The usual clouds that seem to be permanently situated above the UK parted for a few days, which finally coincided with a few evenings I had spare. The LX90 hasn’t seen the night sky since way back in March, when I last had it pointing skyward for my first real attempts at collimation.

The seeing over the last few nights, has being poor, with stars twinkling away making achieving critical focus very difficult. The collimation adjustments from March do seem to have improved things, although I still think finer adjustments will be needed on a night with better seeing.

On the first nights outing, Polar alignment was woeful and gotos were constantly 14 fov in the finder off. Still, I managed to image a few objects, the two most notable being a double star cluster in Persei and M33 a spiral Galaxy in Triangulum.

h Persei - Open Cluster

Setting Value
Exposure Time 6x60s Avg
Date 2007-09-08 02:44:37 UTC
CCD Starlight XPress MX716
Scope LX90 8”
Dark Frames 7x60s Avg
Apparent Dimension 30 arc min
Visual Brightness 4.3 mag

This is h Persei (NGC 869), which along with Chi Persei (NGC 884) forms a double cluster. The full double cluster was a little too large to fit into the tiny fov of my CCD camera,I’ve not calculated the exact fov yet, but it’s somewhere around 30 to 60 arc minutes.

Open clusters are interesting objects as they contain hundreds, sometimes thousands of stars, all of which were born around the same time and are still gravitationally bound (however loosely) to each other. This is in contrast to Globular Clusters (such as M15 which I imaged on Monday and will upload later) which are strongly bound and often contain millions of stars in a tightly packed ball, making them stunning visual objects.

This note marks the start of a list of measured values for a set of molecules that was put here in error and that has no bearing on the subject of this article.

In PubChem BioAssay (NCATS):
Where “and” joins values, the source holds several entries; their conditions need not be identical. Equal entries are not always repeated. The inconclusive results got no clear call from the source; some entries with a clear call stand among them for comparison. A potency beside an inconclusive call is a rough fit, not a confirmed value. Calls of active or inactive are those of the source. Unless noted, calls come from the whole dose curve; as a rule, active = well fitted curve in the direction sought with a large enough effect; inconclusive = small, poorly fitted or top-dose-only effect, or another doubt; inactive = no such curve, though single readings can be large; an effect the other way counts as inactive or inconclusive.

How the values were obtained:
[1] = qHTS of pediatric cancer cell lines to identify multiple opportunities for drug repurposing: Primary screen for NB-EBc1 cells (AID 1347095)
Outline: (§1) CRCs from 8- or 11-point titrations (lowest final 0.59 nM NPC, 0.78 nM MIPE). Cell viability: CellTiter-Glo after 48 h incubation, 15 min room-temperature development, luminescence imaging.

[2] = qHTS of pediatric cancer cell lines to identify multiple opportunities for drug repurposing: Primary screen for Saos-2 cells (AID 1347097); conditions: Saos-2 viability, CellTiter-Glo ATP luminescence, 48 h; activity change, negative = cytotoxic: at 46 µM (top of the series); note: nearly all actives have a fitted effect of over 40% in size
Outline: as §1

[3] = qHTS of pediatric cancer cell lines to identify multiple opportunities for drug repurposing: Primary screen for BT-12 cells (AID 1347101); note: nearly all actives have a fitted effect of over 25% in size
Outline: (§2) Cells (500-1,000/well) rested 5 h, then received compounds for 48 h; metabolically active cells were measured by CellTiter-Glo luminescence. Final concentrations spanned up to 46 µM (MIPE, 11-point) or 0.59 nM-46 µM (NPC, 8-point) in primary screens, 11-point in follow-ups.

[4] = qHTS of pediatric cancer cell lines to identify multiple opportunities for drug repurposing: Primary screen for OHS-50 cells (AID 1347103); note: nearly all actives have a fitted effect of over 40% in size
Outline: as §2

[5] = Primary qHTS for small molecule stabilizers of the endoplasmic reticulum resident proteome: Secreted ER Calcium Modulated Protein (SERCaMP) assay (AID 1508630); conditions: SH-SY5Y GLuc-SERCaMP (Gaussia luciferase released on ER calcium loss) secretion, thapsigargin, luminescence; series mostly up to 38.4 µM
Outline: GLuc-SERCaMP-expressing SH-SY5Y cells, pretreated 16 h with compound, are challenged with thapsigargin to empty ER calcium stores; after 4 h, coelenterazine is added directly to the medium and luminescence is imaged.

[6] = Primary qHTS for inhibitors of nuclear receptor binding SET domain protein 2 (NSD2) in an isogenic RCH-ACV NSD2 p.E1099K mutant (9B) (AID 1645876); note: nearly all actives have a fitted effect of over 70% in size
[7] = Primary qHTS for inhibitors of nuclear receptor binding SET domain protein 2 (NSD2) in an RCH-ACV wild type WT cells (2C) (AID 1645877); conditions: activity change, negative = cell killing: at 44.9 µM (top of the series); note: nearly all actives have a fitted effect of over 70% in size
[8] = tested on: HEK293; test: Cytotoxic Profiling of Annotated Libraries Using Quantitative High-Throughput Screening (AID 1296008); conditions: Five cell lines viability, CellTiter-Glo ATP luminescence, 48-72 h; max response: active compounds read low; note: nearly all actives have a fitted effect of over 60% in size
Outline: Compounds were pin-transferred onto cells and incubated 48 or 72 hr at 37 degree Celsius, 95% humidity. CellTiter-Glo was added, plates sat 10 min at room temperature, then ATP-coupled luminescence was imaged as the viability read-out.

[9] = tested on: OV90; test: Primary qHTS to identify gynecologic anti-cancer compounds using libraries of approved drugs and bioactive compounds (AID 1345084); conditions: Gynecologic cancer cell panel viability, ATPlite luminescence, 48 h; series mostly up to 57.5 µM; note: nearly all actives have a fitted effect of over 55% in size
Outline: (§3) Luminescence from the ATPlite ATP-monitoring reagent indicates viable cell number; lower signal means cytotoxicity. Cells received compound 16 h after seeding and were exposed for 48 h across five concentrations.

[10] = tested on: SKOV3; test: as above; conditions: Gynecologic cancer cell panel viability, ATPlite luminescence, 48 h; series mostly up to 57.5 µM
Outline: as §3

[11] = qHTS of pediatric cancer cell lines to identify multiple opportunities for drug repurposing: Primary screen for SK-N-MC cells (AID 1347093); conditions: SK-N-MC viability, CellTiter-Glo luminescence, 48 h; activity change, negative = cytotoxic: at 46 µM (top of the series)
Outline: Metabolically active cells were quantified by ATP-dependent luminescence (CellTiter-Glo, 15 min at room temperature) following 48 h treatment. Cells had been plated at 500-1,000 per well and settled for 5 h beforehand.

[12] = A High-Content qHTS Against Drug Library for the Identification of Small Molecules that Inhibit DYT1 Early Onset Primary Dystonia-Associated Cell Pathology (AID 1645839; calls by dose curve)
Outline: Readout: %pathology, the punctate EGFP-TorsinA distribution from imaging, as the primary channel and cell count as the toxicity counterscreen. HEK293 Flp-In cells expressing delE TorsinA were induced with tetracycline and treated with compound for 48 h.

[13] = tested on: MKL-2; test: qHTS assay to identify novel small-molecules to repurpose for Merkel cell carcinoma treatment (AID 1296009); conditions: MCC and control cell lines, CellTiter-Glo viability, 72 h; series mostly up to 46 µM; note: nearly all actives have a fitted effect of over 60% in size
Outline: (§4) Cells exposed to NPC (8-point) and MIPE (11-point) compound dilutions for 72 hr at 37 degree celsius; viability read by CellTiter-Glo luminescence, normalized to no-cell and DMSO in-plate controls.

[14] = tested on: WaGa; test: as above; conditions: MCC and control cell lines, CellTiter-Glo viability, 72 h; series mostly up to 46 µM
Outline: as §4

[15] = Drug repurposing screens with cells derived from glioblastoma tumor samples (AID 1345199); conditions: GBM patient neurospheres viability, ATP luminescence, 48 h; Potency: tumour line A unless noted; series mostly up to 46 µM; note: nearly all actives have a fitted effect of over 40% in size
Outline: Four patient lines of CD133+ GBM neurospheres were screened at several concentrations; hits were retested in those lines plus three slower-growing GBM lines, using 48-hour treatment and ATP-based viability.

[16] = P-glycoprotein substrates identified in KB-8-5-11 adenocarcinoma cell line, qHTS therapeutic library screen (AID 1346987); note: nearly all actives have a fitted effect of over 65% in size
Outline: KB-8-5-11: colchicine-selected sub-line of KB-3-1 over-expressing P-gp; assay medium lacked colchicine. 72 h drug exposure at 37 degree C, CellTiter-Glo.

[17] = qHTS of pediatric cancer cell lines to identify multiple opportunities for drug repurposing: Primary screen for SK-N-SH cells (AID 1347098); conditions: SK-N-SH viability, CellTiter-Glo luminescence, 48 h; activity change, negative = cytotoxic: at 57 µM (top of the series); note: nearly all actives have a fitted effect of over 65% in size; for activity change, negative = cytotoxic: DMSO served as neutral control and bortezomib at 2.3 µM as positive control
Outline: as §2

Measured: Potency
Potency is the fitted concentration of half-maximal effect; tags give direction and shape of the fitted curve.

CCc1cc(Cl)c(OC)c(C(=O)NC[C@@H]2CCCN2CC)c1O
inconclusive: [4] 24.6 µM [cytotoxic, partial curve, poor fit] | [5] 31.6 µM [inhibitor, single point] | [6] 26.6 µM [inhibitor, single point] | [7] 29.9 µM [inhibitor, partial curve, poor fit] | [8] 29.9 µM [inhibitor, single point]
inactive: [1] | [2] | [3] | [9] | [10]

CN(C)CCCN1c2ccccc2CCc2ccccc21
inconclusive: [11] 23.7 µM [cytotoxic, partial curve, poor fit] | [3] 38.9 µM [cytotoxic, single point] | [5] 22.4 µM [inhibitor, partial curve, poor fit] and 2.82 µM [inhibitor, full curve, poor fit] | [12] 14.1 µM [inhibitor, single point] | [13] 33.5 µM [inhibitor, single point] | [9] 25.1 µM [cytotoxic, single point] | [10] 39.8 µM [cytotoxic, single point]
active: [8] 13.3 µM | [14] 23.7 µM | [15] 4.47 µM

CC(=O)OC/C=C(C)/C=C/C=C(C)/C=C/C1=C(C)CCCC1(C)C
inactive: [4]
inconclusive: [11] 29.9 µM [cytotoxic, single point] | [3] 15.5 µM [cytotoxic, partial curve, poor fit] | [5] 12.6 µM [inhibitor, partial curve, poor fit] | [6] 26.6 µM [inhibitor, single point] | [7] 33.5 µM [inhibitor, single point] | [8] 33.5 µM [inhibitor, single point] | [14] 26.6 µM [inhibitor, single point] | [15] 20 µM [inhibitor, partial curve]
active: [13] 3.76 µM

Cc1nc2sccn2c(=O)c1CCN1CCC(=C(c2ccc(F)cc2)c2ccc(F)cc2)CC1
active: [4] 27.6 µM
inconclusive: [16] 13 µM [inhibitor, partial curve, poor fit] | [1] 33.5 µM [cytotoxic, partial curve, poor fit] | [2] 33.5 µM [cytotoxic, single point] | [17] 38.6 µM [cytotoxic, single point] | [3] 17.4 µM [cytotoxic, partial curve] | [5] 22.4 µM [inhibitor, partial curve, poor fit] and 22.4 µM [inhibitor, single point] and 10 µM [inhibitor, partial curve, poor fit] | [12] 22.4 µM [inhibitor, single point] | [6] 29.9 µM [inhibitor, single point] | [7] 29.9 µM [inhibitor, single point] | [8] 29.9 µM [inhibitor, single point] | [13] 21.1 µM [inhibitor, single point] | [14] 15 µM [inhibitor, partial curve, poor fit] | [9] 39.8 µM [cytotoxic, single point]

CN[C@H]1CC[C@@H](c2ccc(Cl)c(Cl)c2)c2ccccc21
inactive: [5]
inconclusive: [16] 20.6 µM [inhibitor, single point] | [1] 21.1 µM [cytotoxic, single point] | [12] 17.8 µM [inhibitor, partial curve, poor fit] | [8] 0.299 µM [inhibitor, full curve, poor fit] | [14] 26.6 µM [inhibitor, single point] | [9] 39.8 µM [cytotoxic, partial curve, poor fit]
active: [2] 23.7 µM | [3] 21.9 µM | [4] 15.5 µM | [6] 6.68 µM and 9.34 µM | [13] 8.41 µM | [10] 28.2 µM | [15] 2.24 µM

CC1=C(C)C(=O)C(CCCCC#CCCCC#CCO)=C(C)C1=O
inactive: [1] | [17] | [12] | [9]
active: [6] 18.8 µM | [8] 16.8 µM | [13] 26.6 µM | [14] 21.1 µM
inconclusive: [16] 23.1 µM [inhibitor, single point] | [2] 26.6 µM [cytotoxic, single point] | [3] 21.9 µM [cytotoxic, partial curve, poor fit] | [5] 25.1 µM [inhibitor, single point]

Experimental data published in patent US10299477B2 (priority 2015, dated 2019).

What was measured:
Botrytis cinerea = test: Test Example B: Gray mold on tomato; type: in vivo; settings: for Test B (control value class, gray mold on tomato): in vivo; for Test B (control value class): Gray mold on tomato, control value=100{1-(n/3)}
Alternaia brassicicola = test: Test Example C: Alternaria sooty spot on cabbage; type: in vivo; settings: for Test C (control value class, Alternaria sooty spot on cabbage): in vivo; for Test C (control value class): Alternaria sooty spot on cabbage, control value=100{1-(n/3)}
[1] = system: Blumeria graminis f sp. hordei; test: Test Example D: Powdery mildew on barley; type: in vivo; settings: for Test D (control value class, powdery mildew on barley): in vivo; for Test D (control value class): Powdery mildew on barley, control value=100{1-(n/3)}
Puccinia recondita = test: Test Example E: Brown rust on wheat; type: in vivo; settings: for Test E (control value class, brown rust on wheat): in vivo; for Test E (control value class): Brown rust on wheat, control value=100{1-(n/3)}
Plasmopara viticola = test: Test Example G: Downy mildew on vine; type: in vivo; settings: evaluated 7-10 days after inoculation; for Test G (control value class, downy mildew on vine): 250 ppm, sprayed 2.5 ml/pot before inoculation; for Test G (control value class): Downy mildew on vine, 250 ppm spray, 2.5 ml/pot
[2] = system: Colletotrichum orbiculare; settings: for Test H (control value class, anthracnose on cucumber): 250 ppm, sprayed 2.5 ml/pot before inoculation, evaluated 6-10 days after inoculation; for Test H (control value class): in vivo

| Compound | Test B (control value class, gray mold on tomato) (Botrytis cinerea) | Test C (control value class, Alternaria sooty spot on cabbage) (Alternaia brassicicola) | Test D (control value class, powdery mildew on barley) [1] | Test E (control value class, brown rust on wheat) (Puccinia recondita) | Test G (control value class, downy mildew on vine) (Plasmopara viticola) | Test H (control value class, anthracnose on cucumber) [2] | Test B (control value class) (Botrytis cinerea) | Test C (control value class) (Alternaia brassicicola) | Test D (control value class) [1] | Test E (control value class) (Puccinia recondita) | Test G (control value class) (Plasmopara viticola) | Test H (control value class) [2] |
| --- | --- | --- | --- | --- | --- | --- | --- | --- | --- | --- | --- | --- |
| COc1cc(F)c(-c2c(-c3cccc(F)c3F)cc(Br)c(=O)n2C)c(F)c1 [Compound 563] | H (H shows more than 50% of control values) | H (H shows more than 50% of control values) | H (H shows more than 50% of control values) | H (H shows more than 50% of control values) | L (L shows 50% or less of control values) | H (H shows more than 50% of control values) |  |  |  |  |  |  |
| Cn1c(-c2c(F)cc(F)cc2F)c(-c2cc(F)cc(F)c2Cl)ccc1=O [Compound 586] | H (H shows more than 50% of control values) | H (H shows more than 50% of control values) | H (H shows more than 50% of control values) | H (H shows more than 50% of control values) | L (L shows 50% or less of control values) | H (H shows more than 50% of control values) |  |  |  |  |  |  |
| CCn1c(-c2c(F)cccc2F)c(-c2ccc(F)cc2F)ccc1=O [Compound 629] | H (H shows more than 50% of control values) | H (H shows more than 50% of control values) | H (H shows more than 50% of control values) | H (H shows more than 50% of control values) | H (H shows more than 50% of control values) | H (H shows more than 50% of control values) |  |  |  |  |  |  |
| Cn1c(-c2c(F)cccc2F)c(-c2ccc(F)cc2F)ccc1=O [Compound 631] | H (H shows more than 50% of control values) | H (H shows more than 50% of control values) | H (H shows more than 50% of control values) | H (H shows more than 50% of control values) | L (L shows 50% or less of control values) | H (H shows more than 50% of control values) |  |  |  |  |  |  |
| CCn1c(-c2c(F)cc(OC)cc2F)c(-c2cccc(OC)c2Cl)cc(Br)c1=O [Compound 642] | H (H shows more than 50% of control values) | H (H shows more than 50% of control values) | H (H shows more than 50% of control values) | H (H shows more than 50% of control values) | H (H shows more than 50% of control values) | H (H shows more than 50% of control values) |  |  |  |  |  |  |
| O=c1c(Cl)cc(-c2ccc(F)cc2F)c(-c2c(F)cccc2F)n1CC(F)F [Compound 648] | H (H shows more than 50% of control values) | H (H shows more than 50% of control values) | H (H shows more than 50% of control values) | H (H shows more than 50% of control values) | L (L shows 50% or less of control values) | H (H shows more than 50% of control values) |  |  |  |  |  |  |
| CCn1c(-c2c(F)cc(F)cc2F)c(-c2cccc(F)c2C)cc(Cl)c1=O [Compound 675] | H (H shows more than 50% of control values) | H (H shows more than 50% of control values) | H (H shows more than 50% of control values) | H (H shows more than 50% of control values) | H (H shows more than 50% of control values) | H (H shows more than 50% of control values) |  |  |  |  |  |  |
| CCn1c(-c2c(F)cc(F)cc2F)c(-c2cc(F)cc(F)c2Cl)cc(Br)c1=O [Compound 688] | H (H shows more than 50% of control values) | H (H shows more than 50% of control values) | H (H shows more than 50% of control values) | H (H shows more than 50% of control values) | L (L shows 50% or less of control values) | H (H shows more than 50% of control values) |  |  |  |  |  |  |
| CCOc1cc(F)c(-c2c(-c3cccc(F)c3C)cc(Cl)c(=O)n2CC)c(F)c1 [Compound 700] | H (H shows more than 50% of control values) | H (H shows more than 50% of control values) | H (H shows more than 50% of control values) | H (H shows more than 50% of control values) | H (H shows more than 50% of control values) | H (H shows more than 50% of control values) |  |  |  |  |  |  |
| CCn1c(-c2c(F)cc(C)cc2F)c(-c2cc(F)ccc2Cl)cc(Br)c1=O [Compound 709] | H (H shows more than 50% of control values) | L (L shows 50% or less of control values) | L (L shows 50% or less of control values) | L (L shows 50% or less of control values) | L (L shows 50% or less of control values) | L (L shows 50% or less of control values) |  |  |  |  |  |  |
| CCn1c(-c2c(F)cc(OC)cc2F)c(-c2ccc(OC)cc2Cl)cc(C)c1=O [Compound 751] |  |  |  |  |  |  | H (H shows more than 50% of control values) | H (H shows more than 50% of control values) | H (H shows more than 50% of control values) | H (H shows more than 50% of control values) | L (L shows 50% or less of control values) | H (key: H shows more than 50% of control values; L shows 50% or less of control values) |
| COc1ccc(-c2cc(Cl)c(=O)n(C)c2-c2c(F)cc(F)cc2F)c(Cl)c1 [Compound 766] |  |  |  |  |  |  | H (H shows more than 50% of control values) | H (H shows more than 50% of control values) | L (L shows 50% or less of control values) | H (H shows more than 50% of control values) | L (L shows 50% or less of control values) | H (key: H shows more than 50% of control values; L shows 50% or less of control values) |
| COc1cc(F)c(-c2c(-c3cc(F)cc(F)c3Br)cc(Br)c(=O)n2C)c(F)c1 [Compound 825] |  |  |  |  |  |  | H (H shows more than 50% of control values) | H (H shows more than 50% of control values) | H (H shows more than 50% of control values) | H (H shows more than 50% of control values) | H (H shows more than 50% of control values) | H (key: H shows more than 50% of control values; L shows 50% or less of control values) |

M33 - Spiral Galaxy in Triangulm

Setting Value
Exposure Time 15x60s Avg
Date 2007-09-08 02:12:17 UTC
CCD Starlight XPress MX716
Scope LX90 8”
Dark Frames 7x60s Avg
Apparent Dimension 70x45 arc min
Visual Brightness 5.7 mag

I’m quite pleased with the M33 image, the stars are reasonably well focused and the spiral arms are fairly visible. It’s far from a perfect image, with a good proportion of the outer arms not visible, but considering the skies were a little hazy and how blurry my previous images have turned out, I think this is a huge improvement.

Also just about visible on the edges of M33 is NGC 604 a diffuse nebula.

I also imaged M31 the great Andromeda Galaxy, however after underestimating the sheer size of it, the image ended up containing only the bright core and a few dust lanes.

At the start of this week I also managed a third night imaging several objects, M15, M101, NGC7780, NGC 281 (Pacman Nebula) as well as a poor image of M42 taking during early dawn. I should have these processed and the best uploaded to this post later this week.

M15 - Globular Cluster in Pegasus

Setting Value
Exposure Time 15x60s Avg
Date 2007-09-10 23:48:16 UTC
CCD Starlight XPress MX716
Scope LX90 8”
Dark Frames 15x60s Avg
Apparent Dimension 18 arc min
Visual Brightness 6.2 mag